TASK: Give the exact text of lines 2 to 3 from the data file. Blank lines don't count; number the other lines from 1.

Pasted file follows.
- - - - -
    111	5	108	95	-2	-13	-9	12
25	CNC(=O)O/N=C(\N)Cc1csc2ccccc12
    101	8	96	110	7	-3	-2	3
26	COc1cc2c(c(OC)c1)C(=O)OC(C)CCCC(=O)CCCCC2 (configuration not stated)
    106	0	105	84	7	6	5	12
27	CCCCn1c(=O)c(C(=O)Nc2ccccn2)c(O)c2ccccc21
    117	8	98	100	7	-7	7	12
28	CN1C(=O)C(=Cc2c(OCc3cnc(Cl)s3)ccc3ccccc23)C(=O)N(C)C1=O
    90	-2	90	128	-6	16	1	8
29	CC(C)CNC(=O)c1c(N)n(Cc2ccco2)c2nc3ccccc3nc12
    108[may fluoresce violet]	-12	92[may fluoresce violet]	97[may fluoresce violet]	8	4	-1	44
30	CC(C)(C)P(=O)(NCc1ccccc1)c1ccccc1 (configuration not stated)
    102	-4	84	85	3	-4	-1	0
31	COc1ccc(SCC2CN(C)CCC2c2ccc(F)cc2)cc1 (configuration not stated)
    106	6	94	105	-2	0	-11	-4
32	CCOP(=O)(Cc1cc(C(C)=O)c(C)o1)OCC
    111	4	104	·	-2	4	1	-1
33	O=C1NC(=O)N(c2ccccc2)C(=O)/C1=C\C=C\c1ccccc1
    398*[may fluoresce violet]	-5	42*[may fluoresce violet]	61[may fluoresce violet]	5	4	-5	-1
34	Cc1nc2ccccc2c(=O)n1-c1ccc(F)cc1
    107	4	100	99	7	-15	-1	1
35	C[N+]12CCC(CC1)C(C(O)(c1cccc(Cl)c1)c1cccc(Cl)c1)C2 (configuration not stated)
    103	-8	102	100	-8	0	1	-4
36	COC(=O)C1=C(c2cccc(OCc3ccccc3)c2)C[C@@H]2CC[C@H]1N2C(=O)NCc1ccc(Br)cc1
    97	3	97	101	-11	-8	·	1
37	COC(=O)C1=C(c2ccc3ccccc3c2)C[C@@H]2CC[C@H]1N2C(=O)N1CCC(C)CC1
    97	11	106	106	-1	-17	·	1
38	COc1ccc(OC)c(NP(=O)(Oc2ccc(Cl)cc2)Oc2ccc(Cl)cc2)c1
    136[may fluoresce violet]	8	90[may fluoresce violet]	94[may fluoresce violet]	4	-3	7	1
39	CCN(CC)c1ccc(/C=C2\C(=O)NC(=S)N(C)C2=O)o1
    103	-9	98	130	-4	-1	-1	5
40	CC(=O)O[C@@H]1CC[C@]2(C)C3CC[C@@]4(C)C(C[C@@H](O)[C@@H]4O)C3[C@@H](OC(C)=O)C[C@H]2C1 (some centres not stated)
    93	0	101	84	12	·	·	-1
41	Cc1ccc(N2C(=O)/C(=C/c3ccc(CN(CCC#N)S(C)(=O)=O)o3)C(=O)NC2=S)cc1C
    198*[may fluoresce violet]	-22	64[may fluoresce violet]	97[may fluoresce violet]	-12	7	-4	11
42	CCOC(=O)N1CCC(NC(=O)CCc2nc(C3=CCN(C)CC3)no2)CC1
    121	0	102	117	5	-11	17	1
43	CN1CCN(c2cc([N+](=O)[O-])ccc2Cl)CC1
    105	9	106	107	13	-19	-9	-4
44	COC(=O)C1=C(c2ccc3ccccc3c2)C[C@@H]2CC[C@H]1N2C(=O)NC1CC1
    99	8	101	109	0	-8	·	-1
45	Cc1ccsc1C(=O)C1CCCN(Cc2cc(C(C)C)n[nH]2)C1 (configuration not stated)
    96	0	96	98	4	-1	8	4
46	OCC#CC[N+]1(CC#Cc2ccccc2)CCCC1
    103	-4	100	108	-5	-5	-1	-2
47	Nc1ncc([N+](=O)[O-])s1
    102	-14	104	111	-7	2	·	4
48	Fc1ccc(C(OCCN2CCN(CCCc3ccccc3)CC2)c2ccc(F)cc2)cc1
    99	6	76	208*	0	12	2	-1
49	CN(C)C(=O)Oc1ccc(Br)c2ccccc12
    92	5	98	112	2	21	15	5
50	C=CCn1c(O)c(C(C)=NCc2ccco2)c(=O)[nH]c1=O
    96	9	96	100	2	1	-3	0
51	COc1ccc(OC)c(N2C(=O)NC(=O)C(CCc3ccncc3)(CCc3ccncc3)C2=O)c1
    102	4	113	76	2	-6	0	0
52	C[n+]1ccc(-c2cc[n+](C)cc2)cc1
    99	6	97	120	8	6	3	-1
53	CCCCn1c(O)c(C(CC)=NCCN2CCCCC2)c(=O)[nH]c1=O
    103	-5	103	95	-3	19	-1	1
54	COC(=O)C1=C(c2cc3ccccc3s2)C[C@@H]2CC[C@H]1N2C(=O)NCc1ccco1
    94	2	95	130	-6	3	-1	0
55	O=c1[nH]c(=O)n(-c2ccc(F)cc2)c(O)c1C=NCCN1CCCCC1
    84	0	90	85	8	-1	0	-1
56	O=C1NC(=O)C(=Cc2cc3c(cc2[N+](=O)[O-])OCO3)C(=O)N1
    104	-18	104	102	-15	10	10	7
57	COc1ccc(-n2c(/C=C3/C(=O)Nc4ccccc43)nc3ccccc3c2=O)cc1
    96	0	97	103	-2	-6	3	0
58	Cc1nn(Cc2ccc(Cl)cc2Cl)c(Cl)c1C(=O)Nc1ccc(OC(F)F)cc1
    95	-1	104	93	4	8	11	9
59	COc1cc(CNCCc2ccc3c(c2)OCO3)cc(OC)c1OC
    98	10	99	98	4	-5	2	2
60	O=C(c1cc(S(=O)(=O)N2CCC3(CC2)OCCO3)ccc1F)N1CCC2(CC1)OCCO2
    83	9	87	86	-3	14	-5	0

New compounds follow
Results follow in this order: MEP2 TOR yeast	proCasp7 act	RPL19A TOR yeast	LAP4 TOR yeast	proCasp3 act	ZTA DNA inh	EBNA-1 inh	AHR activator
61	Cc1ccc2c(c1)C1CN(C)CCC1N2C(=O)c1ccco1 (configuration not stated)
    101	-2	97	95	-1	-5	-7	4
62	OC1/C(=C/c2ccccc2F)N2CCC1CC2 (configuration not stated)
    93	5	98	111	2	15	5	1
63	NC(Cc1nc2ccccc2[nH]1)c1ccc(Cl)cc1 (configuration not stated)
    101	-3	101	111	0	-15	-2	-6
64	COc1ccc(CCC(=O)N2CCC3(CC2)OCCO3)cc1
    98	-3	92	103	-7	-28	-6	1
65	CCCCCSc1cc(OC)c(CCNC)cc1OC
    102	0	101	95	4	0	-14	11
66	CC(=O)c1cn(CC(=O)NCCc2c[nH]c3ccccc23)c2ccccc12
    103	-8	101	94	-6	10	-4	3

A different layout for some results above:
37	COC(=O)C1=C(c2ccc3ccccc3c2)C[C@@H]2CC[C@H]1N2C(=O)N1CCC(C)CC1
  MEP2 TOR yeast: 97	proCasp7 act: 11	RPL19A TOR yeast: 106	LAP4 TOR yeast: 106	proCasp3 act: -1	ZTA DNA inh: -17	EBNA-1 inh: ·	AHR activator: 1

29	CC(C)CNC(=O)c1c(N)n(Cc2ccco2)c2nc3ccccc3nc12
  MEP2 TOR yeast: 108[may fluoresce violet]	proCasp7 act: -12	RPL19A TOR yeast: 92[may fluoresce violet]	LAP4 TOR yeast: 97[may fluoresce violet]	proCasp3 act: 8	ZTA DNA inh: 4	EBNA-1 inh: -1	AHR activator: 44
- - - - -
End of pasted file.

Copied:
25	CNC(=O)O/N=C(\N)Cc1csc2ccccc12
    101	8	96	110	7	-3	-2	3